I had an orange yesterday—or at least I think it was an orange. When I peeled it, it was green, which isn’t orange, but I still think it was an orange. Mom used to tell me they were called clementines, pointing to layerless, jaundiced skin. I called them oranges. She’d buy them in bulk—two or three dozen—and eat six a day, concealing the air with a citrus aroma. She was never hungry for dinner. “I ate,” she’d explain, rolling the fruit across her palm like a ball of raw dough. Sometimes she’d bring one to bed with her and say it was for the morning, but the trashcan never had amber-tinted skin in it, just pale, ivory ribs. “I had a clementine for breakfast” she’d tell me later, eyes darting to the window with disinterest.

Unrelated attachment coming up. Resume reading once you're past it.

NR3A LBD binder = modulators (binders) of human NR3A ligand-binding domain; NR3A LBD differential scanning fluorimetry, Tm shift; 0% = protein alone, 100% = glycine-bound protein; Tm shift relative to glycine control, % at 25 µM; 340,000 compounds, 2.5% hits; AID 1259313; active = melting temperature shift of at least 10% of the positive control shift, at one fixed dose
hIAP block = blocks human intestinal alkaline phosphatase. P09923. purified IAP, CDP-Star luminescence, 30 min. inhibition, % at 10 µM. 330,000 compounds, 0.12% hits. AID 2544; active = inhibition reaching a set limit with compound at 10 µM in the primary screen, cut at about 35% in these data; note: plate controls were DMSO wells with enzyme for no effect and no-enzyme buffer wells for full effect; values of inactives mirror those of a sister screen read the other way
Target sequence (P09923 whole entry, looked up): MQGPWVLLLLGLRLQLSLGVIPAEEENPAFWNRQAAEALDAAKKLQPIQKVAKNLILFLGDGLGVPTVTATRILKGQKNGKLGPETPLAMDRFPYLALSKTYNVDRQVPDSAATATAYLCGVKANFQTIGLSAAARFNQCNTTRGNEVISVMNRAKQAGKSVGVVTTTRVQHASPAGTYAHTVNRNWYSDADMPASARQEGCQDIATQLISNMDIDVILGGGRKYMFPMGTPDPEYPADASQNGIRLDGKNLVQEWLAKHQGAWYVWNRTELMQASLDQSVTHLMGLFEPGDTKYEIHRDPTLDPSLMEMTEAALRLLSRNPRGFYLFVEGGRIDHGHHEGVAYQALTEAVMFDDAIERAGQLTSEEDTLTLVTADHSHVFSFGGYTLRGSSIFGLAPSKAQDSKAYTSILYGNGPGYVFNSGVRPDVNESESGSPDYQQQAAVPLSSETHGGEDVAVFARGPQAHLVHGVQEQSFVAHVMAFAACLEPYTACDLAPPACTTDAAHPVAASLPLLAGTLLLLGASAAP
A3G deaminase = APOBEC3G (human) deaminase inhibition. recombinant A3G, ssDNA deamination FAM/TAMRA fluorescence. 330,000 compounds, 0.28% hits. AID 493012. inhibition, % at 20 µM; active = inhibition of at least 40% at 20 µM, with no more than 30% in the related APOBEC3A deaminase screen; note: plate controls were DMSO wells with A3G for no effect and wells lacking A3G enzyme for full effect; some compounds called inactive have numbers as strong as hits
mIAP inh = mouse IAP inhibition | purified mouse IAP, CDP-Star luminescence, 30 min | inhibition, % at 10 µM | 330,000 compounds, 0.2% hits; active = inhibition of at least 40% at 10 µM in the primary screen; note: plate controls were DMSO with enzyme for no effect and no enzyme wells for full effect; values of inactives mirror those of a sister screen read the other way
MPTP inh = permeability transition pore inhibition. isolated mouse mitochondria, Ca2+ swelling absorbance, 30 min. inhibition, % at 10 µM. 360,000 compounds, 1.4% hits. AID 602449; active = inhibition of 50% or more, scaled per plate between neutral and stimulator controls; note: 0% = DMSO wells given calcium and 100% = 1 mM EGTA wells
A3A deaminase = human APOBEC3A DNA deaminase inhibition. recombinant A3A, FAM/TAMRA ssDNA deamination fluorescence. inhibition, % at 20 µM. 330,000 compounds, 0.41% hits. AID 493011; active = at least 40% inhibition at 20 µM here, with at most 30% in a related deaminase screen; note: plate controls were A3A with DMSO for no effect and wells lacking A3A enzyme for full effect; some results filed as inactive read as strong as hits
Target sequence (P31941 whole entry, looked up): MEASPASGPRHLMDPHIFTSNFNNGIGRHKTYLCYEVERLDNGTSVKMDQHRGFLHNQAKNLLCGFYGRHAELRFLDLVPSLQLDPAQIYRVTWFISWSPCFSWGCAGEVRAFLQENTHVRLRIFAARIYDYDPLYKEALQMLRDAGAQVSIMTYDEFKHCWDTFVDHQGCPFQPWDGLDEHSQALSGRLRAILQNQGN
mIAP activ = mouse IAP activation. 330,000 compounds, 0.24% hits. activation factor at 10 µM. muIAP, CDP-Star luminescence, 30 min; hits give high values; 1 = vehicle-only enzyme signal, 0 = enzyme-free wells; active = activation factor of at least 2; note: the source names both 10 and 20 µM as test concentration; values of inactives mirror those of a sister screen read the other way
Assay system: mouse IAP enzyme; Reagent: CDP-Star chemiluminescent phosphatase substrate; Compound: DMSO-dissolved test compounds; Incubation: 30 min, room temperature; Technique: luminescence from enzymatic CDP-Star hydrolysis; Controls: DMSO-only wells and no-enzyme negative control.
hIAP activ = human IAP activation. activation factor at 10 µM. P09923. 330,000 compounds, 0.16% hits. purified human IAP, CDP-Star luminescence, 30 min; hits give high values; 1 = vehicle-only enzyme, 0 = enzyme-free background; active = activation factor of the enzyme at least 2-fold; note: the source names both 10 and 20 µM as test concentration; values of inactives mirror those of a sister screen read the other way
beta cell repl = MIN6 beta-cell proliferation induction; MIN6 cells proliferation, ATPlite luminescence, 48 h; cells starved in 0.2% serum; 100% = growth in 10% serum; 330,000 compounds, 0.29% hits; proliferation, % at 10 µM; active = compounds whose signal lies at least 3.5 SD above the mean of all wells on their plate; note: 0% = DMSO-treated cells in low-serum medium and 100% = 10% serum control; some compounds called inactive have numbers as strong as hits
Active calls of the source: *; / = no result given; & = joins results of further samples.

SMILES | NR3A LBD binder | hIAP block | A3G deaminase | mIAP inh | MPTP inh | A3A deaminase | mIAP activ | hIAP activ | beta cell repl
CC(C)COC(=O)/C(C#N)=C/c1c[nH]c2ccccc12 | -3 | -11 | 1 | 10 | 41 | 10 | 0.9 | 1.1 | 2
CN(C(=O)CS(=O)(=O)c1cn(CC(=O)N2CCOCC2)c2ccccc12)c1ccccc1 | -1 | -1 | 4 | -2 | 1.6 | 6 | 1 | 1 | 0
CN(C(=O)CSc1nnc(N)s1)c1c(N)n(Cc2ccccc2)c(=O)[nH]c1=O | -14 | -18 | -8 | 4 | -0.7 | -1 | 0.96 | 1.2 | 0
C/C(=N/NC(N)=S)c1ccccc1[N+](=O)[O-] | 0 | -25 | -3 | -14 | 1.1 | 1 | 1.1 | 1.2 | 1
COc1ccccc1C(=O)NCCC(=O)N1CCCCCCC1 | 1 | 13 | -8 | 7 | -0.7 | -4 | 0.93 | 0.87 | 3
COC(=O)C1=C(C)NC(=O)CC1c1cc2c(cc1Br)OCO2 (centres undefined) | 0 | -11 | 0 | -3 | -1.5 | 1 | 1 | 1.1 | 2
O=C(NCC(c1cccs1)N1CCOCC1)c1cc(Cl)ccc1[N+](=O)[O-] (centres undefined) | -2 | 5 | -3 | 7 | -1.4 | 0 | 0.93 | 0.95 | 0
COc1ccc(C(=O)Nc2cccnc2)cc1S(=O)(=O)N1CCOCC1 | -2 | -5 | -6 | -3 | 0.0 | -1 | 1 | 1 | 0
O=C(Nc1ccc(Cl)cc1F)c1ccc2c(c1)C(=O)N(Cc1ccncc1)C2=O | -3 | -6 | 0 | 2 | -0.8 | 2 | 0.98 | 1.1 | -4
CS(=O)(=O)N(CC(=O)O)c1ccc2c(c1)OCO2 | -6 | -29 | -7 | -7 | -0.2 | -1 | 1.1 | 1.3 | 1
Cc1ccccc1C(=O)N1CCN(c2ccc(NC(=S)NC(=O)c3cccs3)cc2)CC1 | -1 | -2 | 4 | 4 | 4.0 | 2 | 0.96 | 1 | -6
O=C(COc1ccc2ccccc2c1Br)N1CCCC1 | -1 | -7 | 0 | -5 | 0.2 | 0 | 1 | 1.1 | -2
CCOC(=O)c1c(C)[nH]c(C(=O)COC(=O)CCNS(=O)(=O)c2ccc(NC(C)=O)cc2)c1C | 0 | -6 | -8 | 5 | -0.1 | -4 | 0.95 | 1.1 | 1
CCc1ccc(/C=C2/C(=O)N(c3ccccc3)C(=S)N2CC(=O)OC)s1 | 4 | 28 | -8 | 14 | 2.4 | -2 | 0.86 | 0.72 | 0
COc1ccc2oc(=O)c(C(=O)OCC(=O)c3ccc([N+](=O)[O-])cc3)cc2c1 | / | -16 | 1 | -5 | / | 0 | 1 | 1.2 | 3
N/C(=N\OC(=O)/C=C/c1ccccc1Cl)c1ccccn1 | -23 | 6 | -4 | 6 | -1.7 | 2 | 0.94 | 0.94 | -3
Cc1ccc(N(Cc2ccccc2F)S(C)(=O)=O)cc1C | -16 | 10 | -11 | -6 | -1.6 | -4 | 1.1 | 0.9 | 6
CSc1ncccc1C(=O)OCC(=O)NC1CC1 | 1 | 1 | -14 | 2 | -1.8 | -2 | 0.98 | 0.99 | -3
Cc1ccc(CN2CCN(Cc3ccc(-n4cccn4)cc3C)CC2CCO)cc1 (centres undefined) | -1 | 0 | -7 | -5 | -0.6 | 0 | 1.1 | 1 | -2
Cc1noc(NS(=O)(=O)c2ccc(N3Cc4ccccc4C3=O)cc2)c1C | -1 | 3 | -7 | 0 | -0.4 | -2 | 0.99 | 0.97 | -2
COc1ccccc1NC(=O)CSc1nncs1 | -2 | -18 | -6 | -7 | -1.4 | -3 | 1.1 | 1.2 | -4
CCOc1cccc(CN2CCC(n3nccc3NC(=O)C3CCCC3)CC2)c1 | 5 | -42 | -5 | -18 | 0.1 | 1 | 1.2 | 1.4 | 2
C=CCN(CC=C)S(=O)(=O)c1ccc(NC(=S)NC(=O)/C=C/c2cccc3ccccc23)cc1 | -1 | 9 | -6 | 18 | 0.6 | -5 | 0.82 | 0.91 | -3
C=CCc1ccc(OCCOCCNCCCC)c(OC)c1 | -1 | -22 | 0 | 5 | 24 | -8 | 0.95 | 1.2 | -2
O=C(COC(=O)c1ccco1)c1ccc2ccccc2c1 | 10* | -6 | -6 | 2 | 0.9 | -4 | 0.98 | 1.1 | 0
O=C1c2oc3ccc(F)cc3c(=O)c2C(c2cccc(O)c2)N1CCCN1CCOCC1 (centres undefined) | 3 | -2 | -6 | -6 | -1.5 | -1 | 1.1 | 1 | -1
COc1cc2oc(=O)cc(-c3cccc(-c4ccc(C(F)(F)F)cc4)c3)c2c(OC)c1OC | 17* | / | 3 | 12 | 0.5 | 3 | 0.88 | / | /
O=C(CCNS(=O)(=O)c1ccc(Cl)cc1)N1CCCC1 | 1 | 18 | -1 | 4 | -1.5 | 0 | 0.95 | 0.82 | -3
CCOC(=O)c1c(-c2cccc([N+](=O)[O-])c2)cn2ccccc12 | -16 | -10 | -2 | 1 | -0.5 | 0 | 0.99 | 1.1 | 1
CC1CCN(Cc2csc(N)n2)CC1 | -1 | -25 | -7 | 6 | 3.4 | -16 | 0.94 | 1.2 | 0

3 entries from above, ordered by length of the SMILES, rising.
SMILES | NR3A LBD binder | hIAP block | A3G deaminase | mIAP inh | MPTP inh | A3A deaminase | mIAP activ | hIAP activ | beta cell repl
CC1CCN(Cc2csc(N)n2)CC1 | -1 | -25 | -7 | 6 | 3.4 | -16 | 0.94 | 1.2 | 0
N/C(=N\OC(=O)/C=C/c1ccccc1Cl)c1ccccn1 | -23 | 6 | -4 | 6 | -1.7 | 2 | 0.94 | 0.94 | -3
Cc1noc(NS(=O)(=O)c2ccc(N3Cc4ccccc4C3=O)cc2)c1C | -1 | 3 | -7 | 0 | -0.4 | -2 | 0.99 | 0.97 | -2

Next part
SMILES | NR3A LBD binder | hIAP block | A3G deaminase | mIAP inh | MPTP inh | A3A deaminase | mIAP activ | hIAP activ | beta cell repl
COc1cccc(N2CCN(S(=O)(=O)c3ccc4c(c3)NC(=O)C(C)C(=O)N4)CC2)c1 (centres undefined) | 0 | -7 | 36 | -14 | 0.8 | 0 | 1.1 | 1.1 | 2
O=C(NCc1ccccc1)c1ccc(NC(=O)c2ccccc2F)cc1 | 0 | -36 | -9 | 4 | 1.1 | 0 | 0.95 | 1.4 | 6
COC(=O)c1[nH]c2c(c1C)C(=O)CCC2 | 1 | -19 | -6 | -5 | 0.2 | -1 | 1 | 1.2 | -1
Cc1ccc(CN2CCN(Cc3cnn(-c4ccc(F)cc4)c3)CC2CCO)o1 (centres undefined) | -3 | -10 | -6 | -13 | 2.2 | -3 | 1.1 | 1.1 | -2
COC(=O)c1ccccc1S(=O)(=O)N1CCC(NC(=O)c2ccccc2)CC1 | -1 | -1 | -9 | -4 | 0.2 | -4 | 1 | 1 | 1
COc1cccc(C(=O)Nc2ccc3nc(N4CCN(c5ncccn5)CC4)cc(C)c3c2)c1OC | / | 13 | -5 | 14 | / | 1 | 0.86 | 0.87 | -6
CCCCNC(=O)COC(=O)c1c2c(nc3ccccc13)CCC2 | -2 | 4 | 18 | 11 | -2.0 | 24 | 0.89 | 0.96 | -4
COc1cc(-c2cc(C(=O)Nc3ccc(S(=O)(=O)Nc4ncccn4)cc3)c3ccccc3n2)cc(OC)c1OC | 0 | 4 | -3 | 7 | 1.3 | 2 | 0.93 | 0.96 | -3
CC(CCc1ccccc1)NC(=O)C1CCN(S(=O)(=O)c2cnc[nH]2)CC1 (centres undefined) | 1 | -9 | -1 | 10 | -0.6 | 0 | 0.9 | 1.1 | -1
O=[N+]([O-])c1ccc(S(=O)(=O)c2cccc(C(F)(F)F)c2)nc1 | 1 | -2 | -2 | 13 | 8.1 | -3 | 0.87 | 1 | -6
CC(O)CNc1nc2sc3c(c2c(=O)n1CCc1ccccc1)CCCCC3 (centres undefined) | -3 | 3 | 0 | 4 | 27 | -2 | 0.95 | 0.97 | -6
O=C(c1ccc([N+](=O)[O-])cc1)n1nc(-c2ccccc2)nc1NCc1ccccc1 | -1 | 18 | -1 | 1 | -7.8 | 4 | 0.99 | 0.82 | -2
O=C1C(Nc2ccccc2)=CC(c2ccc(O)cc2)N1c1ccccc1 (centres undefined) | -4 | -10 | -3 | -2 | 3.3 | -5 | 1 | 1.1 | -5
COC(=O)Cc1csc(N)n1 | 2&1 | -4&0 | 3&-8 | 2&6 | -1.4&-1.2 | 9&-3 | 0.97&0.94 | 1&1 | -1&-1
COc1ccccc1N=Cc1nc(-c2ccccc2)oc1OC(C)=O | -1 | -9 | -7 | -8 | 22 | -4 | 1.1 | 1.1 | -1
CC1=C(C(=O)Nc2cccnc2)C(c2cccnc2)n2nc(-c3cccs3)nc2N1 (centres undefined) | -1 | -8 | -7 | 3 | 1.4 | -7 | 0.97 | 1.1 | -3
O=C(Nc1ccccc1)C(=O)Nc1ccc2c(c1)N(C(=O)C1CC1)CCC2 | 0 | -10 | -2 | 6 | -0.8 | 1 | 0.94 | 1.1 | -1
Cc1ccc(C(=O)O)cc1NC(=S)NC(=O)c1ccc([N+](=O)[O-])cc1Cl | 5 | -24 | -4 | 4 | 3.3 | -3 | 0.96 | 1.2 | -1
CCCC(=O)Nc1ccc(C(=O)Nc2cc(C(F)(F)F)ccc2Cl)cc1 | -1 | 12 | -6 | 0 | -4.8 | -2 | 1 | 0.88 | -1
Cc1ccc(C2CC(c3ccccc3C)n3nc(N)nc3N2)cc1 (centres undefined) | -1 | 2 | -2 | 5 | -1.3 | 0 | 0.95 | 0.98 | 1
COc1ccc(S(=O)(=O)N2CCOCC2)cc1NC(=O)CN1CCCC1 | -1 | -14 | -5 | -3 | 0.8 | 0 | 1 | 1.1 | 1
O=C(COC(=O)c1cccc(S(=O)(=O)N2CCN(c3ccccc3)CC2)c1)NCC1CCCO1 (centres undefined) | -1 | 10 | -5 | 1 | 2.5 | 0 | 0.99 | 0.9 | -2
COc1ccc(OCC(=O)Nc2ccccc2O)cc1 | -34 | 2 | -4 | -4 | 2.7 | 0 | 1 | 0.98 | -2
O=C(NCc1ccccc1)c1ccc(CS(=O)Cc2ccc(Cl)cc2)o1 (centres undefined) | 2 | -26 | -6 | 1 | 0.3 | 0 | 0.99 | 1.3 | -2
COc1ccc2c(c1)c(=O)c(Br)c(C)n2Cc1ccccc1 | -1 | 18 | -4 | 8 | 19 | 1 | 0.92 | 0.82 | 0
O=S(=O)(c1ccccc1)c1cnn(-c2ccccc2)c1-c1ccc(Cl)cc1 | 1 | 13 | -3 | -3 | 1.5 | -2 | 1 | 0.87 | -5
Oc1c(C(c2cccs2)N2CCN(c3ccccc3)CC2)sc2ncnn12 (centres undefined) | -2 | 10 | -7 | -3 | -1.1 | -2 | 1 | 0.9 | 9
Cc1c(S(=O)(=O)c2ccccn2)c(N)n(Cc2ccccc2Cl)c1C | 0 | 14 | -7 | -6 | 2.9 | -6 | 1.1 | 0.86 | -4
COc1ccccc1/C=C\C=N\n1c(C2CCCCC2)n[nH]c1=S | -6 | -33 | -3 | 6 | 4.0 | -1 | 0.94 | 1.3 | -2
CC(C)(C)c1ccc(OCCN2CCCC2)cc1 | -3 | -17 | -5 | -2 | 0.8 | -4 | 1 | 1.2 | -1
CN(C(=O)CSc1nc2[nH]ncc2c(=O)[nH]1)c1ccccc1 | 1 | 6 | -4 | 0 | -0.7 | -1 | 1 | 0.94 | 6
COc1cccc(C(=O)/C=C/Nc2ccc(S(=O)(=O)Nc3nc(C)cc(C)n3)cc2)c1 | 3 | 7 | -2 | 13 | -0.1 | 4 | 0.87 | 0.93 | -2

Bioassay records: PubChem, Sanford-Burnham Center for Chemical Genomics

I didn’t finish my orange yesterday, it was simply too green and there were too many bones.